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The Politics of the Dead in Zimbabwe, 2000–2020: Bones, Rumours and Spirits

In 1898, just before she was hanged for rebelling against colonial rule, Charwe Nyakasikana, spirit medium of the legendary ancestor Ambuya Nehanda, famously prophesised that ‘my bones will rise again’. A century later bones, bodies and human remains have come to occupy an increasingly complex place in Zimbabwe’s postcolonial milieu. From ancestral ‘bones’ rising again in the struggle for independence, and later land, to resurfacing bones of unsettled war dead; and from the troubling decaying remains of postindependence gukurahundi massacres to the leaky, tortured bodies of recent election violence, human materials are deeply intertwined in the politics of memory, commemoration and death. Providing a new perspective on death practices, the author examines human remains as material substances, as rumours, and as returning spirits, and shows how the incompleteness of death is politically productive, and deeply intertwined with postcolonial power and politics.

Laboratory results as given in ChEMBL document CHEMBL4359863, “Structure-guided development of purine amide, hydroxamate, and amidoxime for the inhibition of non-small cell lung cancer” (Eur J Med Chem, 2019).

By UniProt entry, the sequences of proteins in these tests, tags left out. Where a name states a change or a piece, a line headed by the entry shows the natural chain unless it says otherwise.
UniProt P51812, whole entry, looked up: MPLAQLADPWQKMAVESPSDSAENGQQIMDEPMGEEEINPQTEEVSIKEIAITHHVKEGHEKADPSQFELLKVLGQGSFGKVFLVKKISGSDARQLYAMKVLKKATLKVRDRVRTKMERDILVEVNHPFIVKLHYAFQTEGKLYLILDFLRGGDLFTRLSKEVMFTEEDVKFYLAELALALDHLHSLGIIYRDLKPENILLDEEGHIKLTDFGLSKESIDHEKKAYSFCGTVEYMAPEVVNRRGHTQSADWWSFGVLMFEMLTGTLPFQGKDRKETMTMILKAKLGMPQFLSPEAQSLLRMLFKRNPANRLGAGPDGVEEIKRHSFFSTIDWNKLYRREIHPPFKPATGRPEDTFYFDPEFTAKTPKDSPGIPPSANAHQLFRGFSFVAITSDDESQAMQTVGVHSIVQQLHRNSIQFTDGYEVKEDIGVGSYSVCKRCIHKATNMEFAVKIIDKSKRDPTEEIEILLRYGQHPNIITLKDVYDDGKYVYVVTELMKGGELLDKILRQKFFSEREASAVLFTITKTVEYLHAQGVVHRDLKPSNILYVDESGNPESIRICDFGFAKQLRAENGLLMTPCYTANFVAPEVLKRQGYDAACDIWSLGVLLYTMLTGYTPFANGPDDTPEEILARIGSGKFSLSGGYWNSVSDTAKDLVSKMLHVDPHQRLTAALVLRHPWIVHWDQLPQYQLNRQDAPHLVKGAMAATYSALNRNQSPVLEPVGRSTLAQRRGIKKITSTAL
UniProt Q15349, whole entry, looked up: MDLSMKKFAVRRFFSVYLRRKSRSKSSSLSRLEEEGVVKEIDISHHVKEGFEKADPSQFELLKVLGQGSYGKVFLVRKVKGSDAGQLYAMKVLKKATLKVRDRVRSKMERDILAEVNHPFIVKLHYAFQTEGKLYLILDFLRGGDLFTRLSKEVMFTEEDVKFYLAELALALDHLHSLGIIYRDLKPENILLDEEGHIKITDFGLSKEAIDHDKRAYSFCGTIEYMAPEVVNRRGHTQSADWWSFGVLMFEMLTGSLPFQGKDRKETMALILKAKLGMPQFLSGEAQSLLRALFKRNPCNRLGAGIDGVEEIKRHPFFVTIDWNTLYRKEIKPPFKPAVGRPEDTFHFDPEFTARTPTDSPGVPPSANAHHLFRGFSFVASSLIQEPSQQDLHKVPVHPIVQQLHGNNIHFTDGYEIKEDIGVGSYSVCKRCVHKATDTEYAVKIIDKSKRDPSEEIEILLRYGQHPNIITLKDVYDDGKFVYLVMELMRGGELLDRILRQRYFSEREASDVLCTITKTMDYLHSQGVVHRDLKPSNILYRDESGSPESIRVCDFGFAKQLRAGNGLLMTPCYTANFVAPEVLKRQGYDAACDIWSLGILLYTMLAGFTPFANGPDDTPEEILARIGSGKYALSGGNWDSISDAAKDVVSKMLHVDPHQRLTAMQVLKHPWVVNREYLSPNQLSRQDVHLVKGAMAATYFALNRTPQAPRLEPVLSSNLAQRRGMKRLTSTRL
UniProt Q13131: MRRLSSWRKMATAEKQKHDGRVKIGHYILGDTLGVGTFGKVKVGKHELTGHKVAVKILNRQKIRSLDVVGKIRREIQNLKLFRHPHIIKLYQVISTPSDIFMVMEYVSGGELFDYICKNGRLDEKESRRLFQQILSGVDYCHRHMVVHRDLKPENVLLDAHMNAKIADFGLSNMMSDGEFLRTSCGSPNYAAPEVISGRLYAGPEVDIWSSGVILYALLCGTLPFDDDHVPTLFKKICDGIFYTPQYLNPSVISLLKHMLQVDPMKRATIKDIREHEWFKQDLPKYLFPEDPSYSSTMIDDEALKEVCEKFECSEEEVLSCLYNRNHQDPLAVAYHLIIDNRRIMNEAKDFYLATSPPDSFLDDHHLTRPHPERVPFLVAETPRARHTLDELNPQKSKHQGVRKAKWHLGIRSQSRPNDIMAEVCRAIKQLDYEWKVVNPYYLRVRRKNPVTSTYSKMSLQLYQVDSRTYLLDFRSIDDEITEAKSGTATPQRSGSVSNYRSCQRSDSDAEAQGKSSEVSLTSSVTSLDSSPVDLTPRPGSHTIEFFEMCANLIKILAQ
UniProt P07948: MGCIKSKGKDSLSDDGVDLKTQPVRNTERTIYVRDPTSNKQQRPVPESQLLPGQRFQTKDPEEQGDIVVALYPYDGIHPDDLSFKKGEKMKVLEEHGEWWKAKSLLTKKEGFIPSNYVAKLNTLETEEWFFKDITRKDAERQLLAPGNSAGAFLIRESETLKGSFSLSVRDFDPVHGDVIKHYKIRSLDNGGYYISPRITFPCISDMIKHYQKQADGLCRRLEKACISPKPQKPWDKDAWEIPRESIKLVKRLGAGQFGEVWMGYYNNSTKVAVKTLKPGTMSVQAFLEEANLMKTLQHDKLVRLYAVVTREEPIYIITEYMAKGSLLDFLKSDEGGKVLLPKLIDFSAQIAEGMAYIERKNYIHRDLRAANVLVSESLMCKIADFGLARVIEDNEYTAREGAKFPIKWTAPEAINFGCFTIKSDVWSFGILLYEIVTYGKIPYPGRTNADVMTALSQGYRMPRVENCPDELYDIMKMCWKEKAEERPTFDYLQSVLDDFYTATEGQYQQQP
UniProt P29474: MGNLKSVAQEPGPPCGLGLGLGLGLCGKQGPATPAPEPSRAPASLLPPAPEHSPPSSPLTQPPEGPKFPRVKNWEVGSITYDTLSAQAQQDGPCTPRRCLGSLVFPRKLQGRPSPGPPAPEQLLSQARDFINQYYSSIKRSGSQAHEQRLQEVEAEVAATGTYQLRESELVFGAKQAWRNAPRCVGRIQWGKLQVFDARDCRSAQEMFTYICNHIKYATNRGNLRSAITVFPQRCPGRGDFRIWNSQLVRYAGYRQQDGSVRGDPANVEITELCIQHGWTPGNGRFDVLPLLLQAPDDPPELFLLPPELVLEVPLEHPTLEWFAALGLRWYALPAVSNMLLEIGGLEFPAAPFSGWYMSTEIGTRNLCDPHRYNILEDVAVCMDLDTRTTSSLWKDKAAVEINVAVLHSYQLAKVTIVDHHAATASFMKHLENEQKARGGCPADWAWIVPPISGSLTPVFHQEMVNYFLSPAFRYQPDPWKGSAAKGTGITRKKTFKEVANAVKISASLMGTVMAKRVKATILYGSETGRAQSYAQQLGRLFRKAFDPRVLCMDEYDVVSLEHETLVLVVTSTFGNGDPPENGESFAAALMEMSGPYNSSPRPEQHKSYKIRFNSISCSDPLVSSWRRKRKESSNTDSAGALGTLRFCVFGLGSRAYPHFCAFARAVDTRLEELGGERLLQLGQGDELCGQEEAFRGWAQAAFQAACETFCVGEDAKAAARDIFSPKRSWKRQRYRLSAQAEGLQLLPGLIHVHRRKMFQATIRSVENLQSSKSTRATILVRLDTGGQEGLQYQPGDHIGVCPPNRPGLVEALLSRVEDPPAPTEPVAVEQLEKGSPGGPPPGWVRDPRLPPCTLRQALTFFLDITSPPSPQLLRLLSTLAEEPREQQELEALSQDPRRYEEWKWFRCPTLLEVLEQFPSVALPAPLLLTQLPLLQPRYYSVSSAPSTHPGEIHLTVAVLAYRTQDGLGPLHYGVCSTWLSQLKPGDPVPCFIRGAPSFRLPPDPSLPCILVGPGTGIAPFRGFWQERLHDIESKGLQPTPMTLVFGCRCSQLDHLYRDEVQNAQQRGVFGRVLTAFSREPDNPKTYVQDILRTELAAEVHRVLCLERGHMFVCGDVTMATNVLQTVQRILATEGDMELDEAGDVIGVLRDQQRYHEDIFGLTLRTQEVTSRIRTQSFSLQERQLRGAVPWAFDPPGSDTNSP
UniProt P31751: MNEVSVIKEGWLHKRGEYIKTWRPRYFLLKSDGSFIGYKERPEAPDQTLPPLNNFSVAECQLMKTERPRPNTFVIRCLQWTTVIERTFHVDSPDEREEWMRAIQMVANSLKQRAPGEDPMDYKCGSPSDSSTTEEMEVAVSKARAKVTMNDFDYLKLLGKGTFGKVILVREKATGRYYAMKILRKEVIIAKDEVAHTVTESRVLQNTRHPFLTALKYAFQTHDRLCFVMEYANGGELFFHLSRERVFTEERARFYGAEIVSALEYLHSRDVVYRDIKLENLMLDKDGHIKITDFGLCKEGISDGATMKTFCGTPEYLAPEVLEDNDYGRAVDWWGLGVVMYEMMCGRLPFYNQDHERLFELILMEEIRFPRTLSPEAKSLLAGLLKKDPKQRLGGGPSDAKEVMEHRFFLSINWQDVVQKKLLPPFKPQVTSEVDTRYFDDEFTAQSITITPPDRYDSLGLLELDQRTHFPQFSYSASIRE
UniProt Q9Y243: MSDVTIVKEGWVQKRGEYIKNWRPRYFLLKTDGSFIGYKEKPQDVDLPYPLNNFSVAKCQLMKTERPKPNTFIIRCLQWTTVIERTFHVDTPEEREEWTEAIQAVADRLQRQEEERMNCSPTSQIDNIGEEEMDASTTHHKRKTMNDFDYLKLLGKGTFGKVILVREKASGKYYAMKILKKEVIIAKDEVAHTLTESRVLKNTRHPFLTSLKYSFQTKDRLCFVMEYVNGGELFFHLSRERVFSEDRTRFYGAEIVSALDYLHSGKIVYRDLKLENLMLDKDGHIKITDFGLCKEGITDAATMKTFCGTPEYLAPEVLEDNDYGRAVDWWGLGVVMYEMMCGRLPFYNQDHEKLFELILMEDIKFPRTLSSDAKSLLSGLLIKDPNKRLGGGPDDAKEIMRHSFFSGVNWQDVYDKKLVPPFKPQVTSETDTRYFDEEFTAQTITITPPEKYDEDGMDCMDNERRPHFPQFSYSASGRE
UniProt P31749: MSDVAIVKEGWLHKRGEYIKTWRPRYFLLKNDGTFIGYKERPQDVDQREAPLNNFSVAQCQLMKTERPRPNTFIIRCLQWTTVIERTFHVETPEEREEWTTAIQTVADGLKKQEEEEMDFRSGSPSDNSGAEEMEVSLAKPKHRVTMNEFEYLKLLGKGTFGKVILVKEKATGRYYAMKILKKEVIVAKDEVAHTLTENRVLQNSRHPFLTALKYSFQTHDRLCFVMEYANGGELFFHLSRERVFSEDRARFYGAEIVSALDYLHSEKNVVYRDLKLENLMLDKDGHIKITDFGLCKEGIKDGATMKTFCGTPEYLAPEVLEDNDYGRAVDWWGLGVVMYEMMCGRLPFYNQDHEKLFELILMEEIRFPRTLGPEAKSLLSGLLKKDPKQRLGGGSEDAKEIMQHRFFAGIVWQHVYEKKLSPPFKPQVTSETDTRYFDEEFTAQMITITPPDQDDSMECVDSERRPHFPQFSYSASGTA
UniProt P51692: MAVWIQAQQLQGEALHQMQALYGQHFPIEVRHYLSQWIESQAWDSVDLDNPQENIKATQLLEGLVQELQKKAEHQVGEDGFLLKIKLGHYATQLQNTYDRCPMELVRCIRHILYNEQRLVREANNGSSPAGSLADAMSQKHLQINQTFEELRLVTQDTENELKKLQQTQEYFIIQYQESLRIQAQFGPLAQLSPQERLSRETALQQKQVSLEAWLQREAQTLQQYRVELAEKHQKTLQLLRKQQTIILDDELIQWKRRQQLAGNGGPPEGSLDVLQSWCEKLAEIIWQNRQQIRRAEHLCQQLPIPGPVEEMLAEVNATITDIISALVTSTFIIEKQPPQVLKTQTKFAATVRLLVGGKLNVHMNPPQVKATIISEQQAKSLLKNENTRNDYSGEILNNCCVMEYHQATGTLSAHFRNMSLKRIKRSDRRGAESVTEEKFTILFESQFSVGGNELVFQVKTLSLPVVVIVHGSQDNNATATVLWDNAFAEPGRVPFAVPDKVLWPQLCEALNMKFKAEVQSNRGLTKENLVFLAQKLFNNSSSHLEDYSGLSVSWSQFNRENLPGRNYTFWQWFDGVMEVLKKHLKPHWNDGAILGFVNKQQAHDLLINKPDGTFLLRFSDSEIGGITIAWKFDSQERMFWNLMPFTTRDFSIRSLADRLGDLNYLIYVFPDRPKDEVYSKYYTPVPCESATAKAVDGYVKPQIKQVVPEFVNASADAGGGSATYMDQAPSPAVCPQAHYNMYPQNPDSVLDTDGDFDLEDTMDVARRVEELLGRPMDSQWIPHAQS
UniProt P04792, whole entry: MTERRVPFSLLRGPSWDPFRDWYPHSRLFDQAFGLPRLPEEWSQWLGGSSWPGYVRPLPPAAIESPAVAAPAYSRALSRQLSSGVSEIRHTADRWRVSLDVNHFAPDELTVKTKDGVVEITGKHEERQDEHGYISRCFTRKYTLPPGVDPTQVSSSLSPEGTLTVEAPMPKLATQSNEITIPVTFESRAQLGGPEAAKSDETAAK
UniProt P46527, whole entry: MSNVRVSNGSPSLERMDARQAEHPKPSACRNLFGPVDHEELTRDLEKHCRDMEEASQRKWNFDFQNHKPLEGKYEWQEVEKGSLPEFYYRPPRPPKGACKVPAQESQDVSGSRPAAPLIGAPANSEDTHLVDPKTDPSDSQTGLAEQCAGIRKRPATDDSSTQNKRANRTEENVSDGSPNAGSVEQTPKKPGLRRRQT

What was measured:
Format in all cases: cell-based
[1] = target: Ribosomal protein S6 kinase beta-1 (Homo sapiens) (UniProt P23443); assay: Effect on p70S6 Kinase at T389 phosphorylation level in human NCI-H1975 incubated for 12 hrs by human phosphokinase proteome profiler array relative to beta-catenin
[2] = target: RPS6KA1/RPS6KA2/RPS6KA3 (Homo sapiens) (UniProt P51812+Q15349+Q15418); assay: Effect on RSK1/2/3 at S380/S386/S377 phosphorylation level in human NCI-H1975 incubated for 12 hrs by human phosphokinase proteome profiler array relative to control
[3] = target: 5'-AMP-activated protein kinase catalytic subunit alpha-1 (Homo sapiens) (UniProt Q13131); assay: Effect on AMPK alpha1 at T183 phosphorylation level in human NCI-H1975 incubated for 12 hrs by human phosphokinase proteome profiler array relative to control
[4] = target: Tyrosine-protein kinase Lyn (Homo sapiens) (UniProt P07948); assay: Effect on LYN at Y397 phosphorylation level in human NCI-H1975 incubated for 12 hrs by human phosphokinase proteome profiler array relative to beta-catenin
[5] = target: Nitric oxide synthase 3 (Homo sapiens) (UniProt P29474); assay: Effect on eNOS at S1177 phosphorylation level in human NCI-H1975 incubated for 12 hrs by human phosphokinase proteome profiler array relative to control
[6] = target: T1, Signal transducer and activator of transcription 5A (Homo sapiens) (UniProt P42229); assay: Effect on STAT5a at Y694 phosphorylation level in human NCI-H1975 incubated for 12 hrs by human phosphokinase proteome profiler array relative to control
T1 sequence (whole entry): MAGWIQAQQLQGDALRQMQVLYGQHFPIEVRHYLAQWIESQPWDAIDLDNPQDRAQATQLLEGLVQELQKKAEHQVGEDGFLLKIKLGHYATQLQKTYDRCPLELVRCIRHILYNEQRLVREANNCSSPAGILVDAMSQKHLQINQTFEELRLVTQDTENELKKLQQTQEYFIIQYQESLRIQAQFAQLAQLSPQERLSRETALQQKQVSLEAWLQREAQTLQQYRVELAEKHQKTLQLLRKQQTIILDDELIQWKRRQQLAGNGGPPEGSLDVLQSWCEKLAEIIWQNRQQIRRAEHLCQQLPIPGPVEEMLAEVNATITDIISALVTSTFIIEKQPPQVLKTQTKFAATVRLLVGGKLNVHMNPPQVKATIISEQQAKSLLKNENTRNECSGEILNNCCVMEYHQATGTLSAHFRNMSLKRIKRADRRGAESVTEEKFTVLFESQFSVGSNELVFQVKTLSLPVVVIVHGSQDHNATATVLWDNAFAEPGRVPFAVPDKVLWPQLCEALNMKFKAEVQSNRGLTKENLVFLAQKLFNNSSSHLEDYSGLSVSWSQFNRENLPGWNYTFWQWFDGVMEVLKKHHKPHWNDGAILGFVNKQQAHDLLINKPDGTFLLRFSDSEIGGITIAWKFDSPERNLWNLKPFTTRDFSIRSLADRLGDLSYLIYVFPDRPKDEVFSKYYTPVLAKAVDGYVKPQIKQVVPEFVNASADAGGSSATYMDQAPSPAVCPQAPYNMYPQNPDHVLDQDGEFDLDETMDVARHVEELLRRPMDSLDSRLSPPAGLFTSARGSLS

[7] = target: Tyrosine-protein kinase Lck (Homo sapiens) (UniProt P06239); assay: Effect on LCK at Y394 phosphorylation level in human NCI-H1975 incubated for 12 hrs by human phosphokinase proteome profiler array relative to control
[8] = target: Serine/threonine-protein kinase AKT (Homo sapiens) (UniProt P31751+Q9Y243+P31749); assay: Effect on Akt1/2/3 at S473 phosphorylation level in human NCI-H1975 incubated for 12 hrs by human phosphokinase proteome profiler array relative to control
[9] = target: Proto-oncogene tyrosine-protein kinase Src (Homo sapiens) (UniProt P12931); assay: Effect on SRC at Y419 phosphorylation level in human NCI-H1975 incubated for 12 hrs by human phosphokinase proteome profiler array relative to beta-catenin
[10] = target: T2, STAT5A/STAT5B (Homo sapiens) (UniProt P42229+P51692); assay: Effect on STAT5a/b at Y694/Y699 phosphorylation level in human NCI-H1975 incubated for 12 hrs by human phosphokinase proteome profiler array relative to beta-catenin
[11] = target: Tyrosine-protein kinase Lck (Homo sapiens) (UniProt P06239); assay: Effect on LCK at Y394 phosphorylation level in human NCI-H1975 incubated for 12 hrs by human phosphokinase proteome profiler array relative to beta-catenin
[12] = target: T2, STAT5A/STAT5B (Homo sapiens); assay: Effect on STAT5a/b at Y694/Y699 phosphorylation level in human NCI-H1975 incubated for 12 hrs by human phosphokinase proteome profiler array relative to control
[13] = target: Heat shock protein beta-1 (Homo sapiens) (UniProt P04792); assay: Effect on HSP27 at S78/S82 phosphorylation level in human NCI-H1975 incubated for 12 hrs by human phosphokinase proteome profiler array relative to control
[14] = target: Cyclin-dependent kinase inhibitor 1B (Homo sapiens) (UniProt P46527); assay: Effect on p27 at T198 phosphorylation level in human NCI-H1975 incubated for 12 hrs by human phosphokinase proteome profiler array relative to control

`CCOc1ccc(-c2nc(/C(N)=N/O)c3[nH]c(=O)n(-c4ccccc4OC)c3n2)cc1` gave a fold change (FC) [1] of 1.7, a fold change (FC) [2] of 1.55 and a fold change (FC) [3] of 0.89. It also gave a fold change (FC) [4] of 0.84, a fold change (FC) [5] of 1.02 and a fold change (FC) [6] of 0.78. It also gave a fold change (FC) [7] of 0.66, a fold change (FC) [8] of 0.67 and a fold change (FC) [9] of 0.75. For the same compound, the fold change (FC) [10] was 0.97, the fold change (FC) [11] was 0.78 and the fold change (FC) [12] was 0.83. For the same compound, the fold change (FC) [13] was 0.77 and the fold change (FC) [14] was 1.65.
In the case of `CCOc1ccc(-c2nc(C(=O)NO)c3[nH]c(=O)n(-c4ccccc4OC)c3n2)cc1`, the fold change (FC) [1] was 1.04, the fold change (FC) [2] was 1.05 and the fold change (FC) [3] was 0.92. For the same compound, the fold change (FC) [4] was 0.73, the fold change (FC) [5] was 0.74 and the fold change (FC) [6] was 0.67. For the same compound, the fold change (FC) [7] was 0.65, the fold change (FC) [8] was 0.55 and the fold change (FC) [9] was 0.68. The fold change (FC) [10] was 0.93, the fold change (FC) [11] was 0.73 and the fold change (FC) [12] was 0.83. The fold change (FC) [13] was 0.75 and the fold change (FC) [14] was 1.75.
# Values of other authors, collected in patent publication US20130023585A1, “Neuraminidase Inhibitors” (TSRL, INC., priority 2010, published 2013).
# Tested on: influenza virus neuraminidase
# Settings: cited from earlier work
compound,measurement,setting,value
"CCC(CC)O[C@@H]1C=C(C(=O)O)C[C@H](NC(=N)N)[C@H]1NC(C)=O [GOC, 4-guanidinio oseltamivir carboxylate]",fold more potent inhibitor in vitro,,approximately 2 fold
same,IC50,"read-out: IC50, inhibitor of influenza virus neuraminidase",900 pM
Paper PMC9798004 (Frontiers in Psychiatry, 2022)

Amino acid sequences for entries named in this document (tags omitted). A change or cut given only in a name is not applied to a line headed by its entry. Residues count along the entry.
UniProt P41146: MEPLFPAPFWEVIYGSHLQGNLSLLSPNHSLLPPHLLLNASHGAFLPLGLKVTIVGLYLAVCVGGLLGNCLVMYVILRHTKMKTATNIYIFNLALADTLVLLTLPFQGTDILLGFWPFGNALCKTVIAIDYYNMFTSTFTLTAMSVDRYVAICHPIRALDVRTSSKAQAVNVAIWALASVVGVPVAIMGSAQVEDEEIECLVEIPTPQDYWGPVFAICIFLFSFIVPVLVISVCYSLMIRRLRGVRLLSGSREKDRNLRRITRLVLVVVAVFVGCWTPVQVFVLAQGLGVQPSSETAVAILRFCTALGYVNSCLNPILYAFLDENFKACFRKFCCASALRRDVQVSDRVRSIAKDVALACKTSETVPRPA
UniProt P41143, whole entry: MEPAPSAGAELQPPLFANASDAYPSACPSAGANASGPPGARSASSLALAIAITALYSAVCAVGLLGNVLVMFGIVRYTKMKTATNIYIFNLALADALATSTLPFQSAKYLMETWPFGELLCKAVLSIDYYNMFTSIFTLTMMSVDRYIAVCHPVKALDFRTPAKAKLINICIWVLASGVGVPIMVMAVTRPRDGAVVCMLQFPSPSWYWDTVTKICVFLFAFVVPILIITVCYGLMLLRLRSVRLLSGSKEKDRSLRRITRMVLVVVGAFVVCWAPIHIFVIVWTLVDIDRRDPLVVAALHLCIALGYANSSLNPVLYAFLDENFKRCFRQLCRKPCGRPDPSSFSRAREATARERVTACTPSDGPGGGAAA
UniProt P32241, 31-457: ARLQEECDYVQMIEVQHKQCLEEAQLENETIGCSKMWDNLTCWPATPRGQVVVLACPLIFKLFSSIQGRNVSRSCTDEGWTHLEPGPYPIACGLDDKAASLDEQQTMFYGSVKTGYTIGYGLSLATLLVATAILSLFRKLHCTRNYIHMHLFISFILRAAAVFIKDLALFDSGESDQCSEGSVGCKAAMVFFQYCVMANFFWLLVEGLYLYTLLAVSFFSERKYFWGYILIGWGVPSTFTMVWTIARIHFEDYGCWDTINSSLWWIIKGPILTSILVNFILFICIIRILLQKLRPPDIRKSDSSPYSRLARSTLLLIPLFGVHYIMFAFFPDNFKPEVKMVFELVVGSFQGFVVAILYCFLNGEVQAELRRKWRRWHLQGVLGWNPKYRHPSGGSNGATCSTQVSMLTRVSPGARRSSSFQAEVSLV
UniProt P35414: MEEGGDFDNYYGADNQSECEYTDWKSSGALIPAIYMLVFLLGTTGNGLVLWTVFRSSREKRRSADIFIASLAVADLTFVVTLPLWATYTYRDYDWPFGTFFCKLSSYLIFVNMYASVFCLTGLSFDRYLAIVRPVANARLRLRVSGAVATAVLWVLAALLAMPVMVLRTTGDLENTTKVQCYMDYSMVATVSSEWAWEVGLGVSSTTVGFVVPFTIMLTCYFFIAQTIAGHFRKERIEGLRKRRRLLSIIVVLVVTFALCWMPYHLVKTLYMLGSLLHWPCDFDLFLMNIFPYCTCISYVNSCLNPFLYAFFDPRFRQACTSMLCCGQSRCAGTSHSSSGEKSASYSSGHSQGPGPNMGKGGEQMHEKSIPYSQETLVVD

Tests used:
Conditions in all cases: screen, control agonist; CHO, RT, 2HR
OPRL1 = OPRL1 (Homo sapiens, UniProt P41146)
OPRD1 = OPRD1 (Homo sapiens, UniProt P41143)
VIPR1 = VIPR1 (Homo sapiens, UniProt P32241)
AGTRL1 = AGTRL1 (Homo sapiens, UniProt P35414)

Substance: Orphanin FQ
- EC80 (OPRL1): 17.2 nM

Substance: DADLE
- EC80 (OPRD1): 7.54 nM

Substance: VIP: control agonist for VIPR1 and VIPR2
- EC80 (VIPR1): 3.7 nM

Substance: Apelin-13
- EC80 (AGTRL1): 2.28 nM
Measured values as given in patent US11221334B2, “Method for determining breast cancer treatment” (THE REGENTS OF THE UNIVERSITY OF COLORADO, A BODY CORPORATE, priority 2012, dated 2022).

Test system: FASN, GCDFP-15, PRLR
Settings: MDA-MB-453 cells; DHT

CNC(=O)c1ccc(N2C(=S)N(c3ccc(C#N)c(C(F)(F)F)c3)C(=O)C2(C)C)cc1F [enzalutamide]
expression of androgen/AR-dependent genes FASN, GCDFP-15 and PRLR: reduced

Joost Fontein
University of Johannesburg

Product details


  • Introduction
  • 1. Liberation heritage
    Bones and the politics of commemoration
  • 2. Bones and tortured bodies
    Corporealities of violence and post-violence
  • 3. Chibondo
    Exhumations, uncertainty and the excessivity of human materials
  • 4. Political accidents
    Rumours, death and the politics of uncertainty
  • 5. Precarious possession
    Rotina Mavhunga, politics and the uncertainties of mediumship
  • 6. Mai Melissa
    Towards the alterity of spirit and the incompleteness of death
  • 7. After Mugabe
  • Conclusion


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May 18, 2023

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